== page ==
Malay of Malaysia
Sharing a nation
Although found throughout Southeast Asia, the majority of ethnic Malays live in Malaysia. Making up half the population, the Malay share the country with Chinese and Indian minorities.
The Malay live primarily on the eastern coast of the Malaysian peninsula and in the Malaysian part of the island of Borneo.
Since much of Malaysia is covered by jungle, the Malay settle along the coast, rivers and roads.
Malaysia has one of the fastest growing economies in the world, but most of the Malay still live in rural villages called kampungs. Even in Kuala Lumpur, the capital, many Malays live in reserved sections which maintain much of the traditional characteristics of the kampung.
The houses in traditional villages are built on pilings four to eight feet off the ground and have thatched roofs. The more wealthy Rural Malay have houses with tiled roofs and wooden planks for floors. A growing percentage of the Malays of Malaysia live in attached urban and suburban housing.
Rubber is the major cash crop, and fishing is also an important occupation. In the cities, Malay are involved in factory work and government. While Islamic laws permit men to have up to four wives, the majority have only one. Children are highly valued, and adoption of a relative's child by childless couples is common. Divorce is easy and frequent, because a man has the right to end his marriage simply be declaring his intention to do so. One favorite pastime is the Malay game sepak takraw, which is similar to volleyball. One of the major differences is that a player can only use his head and feet to move the ball, not his hands.
"To be Malay is to be Muslim"
Although Malaysia itself is home to many other religions, including Buddhism and Hinduism, it is against the law to evangelize a Muslim. And more than 99 percent of the ethnic Malay of Malaysia are Muslim.
In fact, the Malaysian constitution states that to be a Malay, one must be Muslim. So religion is a major source of ethnic identity. The tight community life of the kampungs also makes it difficult for a Malay to become a Christian, because he or she would probably be forced to leave the village and family.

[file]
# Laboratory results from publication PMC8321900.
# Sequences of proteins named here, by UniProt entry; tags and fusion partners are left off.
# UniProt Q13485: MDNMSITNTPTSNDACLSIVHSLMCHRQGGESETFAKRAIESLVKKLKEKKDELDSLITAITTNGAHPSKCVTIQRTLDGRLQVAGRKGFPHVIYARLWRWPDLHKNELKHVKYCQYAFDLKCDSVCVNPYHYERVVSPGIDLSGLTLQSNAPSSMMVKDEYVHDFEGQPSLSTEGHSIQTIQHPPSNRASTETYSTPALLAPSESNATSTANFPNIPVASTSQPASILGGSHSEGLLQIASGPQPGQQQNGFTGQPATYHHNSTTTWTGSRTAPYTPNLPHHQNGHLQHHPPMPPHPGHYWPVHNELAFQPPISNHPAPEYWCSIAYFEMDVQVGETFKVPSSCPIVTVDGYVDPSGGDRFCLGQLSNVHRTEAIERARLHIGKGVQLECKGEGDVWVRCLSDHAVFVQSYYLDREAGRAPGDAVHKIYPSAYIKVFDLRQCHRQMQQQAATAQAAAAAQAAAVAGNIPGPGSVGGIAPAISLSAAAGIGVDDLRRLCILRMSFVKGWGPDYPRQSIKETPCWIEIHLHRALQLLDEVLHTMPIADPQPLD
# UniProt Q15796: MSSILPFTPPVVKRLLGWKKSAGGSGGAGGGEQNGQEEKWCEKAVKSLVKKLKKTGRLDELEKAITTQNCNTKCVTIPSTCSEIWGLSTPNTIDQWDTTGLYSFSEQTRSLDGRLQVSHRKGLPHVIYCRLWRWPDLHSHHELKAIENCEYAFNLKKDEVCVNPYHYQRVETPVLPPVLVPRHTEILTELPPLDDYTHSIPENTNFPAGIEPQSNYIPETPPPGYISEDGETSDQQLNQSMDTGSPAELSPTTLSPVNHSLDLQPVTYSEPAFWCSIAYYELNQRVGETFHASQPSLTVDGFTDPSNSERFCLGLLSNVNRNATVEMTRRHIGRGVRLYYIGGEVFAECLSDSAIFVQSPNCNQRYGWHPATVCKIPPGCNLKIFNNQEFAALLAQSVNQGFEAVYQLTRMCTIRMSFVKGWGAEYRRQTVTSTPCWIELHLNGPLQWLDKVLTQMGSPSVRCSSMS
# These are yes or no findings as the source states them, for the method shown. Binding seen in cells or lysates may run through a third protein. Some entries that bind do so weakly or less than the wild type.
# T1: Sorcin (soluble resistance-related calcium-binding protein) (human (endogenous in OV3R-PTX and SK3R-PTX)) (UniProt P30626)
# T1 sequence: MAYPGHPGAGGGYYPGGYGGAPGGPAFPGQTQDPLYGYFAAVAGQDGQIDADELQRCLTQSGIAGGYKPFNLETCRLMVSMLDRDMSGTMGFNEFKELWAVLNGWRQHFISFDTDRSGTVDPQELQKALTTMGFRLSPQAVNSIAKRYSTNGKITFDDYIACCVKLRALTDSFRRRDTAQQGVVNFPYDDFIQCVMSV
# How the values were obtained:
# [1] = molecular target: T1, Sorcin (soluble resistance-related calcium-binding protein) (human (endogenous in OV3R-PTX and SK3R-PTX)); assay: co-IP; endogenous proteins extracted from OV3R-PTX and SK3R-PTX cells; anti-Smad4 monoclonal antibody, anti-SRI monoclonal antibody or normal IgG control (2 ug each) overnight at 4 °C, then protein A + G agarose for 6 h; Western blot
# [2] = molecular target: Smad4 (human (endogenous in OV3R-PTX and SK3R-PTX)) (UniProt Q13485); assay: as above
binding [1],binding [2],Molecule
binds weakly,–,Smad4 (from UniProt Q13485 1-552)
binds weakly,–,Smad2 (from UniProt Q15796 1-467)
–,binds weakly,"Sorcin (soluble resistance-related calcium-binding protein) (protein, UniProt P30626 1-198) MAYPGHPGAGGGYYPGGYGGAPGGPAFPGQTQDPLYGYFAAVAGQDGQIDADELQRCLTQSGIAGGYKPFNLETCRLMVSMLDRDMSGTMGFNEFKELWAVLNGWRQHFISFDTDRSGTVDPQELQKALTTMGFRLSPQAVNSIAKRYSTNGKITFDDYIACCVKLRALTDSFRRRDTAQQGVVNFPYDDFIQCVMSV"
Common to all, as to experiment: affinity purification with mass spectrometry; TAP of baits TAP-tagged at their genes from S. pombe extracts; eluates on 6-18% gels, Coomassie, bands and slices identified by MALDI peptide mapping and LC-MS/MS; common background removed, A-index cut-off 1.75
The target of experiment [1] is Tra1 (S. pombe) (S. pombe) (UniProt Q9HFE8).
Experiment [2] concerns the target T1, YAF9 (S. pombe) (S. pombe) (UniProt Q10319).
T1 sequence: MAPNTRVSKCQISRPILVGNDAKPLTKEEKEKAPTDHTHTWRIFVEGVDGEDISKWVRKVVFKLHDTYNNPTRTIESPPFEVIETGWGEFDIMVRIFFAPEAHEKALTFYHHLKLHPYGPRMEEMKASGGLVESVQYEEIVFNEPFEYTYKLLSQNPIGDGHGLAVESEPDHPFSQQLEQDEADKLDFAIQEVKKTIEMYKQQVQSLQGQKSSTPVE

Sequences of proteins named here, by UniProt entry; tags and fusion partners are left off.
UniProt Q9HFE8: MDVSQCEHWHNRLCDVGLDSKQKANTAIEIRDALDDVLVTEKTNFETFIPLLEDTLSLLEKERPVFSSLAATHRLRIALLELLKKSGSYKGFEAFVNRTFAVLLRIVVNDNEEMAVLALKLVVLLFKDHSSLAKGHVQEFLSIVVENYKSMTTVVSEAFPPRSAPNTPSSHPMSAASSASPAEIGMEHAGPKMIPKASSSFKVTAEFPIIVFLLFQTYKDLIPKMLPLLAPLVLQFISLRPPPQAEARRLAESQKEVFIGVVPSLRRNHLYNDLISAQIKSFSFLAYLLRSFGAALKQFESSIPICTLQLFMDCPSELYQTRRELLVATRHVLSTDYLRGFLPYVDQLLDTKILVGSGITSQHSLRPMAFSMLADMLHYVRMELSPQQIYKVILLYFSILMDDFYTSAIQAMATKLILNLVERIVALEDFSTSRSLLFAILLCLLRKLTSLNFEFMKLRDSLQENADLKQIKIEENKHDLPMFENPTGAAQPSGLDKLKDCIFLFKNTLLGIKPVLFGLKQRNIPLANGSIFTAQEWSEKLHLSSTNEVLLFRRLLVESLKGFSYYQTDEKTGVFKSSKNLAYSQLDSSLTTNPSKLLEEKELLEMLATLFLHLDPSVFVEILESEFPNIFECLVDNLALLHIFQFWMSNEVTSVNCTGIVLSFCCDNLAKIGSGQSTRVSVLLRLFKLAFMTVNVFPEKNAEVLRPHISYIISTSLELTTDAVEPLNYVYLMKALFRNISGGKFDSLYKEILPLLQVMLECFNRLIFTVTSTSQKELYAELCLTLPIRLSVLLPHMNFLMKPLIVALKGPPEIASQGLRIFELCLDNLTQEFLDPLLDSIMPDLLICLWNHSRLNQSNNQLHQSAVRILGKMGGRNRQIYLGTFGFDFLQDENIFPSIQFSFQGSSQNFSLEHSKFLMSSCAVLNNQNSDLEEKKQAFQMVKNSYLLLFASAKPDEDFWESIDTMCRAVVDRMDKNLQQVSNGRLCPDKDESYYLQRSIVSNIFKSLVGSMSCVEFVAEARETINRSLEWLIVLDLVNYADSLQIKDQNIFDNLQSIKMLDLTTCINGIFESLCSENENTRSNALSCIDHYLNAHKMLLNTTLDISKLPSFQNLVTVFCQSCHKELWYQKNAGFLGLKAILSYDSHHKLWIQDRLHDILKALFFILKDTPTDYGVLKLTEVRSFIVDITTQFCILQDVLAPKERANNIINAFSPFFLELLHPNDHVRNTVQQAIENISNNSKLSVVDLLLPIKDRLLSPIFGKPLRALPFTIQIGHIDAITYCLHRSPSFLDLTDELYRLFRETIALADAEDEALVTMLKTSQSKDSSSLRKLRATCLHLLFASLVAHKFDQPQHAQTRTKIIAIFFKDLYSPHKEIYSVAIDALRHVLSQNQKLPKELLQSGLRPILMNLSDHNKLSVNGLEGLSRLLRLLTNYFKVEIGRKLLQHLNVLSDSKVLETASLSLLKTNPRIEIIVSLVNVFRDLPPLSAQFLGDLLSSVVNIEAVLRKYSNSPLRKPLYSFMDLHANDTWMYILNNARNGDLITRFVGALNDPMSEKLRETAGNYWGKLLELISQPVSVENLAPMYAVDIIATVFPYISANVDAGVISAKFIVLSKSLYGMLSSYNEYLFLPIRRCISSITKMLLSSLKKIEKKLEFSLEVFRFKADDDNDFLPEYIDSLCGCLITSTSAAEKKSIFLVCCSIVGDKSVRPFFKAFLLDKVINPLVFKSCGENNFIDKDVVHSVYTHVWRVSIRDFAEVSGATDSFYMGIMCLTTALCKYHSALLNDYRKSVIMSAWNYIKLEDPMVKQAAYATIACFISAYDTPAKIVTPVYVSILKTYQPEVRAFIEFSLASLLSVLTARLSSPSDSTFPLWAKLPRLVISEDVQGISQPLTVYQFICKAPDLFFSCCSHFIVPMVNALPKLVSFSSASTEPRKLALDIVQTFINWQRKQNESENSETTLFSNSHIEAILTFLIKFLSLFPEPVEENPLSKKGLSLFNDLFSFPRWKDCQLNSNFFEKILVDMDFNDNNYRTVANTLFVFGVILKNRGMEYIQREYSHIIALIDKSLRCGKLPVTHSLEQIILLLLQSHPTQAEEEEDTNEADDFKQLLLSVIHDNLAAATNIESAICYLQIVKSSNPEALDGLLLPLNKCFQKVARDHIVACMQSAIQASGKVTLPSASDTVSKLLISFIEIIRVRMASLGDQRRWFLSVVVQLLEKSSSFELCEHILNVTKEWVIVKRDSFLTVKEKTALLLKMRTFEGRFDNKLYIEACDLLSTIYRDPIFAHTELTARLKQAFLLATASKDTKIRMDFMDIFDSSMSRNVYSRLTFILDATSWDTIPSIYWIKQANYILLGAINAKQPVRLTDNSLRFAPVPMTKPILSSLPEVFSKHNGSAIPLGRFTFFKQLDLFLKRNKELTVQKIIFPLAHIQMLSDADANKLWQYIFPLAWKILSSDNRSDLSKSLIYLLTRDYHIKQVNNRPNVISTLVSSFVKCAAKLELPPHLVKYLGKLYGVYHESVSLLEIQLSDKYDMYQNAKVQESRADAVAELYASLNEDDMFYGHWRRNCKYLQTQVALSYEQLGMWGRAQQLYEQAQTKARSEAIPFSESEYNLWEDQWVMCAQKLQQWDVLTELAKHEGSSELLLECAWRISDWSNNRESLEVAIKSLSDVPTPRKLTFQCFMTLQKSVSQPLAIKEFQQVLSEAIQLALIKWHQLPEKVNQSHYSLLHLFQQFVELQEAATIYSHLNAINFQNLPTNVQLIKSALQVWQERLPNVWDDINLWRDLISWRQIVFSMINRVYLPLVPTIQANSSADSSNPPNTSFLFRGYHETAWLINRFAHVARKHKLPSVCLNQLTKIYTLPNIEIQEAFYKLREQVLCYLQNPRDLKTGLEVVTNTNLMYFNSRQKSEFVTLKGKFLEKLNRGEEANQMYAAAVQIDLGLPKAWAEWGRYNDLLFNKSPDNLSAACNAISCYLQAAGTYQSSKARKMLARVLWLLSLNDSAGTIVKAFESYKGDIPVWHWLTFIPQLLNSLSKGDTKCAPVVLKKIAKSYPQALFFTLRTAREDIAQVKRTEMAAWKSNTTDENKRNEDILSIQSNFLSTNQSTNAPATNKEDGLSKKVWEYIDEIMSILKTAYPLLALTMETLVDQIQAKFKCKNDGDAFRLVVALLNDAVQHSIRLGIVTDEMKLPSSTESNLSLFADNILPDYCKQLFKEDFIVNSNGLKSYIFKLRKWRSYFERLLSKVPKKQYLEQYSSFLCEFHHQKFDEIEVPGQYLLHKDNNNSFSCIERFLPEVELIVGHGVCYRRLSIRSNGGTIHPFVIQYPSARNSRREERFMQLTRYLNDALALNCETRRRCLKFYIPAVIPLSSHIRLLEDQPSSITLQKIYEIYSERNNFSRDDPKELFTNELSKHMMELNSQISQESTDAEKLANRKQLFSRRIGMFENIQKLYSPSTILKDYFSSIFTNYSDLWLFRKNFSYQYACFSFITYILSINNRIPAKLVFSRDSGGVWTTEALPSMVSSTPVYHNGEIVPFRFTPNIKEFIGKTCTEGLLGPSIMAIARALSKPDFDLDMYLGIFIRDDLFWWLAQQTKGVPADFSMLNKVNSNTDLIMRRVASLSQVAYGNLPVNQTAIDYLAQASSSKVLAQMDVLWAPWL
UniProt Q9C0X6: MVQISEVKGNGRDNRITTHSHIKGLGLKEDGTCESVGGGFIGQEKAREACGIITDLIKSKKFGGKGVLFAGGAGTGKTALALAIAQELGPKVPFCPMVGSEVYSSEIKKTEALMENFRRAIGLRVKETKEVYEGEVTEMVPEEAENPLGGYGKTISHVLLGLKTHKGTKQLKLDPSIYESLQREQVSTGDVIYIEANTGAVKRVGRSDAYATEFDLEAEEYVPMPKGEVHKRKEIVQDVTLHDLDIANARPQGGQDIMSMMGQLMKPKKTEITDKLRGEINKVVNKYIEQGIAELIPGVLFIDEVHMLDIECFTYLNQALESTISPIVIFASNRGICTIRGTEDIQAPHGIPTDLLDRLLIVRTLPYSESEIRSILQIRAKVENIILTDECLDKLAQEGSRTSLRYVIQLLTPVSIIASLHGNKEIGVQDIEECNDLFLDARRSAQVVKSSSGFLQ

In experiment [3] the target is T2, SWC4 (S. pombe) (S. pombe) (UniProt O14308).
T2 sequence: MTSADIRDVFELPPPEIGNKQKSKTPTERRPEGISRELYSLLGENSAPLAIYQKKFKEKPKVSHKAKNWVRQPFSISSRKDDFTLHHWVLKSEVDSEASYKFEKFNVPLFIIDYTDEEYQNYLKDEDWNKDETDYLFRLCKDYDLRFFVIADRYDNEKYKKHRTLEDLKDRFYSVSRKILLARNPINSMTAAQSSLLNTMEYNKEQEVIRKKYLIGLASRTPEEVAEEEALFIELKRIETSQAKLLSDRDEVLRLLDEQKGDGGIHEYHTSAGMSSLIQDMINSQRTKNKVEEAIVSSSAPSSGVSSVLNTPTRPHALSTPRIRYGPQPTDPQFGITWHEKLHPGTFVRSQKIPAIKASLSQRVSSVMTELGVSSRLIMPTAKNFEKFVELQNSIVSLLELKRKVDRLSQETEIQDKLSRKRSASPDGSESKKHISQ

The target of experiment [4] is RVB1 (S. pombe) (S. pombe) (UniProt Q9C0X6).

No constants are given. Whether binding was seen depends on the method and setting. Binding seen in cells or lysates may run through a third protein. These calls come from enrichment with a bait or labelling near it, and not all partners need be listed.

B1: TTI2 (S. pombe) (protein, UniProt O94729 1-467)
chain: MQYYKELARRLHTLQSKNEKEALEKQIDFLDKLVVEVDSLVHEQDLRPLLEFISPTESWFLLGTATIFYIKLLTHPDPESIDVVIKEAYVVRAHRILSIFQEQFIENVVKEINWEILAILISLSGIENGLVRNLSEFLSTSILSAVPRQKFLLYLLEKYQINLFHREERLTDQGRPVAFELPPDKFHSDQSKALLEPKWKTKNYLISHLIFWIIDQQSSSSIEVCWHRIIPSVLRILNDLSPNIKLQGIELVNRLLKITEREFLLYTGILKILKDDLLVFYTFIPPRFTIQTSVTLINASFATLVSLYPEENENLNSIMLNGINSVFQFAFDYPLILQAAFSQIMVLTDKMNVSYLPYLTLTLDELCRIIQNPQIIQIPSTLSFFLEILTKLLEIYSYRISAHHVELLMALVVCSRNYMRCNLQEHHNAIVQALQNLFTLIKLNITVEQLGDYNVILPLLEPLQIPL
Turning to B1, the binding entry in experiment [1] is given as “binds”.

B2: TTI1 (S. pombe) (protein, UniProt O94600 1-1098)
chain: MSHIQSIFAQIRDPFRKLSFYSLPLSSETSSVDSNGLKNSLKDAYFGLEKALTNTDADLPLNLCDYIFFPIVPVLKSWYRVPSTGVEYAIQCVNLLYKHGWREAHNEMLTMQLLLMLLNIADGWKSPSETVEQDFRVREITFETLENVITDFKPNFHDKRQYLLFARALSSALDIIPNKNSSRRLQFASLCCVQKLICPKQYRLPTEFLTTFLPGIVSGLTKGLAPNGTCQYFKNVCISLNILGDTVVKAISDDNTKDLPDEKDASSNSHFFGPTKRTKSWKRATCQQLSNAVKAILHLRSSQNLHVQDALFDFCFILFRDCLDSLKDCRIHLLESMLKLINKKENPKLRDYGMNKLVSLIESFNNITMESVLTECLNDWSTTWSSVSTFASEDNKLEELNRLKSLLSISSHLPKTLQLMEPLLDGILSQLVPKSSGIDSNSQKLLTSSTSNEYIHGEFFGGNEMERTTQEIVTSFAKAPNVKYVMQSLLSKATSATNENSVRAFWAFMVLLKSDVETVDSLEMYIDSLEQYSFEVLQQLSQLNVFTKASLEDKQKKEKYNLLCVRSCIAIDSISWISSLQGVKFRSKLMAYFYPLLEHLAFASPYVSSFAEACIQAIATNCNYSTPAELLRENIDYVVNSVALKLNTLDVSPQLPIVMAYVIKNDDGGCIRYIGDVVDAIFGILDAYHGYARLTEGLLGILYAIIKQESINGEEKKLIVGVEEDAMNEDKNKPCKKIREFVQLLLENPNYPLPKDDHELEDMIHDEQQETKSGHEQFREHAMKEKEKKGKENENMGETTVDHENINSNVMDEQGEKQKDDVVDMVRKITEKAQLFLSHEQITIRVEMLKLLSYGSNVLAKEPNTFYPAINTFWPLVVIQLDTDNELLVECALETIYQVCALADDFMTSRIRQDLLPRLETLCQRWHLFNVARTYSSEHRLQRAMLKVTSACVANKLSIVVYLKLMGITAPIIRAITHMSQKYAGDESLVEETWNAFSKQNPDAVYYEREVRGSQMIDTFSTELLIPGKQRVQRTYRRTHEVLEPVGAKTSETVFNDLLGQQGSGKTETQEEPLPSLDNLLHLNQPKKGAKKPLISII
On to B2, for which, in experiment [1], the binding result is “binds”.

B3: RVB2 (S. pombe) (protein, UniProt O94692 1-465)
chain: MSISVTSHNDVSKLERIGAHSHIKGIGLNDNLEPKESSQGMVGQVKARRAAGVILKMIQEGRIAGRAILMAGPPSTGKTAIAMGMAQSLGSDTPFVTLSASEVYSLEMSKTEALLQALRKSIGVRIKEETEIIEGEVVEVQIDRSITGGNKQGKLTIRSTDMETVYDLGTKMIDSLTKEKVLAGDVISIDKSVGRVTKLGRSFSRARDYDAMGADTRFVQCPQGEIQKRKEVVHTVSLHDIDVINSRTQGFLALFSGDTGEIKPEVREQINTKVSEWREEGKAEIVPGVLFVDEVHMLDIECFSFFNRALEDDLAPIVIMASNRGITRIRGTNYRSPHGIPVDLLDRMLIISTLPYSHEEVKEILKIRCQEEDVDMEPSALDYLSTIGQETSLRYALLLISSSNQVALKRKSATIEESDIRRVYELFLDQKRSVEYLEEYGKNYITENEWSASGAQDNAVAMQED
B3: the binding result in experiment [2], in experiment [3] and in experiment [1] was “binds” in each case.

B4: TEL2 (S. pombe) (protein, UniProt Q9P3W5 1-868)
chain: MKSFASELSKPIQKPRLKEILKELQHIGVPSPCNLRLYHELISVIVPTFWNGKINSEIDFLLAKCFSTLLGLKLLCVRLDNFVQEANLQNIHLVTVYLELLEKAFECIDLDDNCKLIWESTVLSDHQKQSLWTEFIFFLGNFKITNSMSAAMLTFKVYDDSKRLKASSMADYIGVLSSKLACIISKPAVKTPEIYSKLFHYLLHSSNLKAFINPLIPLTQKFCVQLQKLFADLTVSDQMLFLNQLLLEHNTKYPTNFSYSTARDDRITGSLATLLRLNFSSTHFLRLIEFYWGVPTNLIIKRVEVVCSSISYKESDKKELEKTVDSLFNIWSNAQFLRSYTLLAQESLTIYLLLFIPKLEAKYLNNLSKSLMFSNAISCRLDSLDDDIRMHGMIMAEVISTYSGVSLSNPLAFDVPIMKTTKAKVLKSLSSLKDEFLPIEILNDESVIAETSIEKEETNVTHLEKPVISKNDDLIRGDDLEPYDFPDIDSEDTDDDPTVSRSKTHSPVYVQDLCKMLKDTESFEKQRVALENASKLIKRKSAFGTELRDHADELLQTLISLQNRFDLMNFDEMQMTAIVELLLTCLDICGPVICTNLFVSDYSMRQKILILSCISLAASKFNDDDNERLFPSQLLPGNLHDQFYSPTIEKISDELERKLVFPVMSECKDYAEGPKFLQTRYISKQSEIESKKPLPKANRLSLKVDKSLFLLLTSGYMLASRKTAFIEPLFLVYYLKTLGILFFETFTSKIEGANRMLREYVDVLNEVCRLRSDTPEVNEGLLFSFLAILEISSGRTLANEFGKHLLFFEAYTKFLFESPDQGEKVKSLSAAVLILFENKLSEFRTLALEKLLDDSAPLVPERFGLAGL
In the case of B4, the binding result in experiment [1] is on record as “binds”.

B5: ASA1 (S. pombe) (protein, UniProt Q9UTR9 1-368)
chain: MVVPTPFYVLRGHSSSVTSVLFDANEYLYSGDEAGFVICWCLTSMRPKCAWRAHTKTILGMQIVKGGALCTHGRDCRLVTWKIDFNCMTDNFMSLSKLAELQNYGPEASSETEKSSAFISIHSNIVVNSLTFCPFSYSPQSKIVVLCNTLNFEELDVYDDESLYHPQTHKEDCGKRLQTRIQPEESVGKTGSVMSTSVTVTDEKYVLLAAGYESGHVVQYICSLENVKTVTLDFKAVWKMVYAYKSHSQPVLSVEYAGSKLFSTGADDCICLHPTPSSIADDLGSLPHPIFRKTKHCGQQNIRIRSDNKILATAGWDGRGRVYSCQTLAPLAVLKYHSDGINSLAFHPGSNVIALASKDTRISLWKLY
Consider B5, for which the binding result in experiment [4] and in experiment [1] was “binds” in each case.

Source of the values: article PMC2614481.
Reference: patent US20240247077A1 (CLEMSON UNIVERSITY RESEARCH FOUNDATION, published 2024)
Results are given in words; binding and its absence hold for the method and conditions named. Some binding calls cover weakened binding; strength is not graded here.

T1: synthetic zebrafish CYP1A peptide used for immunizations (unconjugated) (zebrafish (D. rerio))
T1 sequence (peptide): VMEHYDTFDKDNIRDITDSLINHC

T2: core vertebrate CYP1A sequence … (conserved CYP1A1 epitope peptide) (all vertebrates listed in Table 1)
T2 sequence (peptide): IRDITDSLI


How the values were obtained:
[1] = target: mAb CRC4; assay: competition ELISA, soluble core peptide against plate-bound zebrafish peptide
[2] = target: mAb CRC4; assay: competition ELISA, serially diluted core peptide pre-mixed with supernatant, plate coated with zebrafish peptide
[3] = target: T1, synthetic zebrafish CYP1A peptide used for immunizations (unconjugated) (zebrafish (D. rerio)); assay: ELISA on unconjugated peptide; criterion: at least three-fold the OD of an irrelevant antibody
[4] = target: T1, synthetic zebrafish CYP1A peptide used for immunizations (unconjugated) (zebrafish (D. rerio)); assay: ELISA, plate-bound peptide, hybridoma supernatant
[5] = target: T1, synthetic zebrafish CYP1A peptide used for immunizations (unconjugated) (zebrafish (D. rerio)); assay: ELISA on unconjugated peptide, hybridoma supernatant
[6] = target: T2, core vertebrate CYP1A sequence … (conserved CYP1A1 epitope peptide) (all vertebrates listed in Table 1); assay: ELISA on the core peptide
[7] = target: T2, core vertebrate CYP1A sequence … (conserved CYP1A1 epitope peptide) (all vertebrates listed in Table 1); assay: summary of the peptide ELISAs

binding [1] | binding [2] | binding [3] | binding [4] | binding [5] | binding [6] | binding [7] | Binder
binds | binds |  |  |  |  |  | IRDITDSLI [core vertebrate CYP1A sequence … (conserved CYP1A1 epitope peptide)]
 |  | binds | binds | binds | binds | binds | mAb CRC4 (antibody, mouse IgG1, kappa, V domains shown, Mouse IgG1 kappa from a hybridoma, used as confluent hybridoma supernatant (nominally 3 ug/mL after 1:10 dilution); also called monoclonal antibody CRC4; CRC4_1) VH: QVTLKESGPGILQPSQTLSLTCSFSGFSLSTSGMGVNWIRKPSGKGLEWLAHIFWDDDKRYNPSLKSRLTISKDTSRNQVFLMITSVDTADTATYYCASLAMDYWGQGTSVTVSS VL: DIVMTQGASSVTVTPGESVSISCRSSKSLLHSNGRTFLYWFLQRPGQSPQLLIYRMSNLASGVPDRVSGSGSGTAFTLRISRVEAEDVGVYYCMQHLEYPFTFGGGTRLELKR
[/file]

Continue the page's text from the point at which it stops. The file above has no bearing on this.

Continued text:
Significant persecution is a reality for the handful of Malays who have entrusted their lives to Christ.
Though small in number, there is a strong and growing Chinese and Indian church. To this point, the church has not impacted the Malays of Malaysia with the Gospel.
The Bible in the Bahasa Malaysia language is under revision, but it is available in Bahasa Indonesia, which is very similar to Malaysian.
|Religion:||99.9% Muslim (Sunni)|
Profile: Economic Transformation
Malaysia is a study in contrasts, ranging from the vast virgin rainforests located in the heart of the country, to the tallest buildings in the world, the Petronas Twin Towers, in the capital city, Kuala Lumpur.
Since the late 1970s, the country has rapidly industrialized. When the United States and Japan first began manufacturing computer chips here, Malaysia primarily exported raw commodities, such as timber and rubber. Now it is the world's primary exporter of semiconductors.
In the past, the ethnic Malays, Chinese and Indian populations (brought in by British colonial rulers) resented each other. The Chinese were the wealthiest in the country, the Indians were successful with small businesses and professions, and the Malays were poorer, but held controlling political power. These tensions resulted in rioting and violence in 1969, which in turn led to the establishment of an emergency government. Some of these same racial tensions remain today.
In 1971, parliamentary rule was restored, and the administration put into place the New Economic Policy (NEP), an affirmative action plan to help Malays and other indigenous peoples gain economic equality.
During the economic expansion in Asia in the 1990s, Malaysia saw significant economic growth. This resulted in a large construction boom and increased government led infrastructure projects. Malaysia was also impacted by the Asian economic downturn of 1997.
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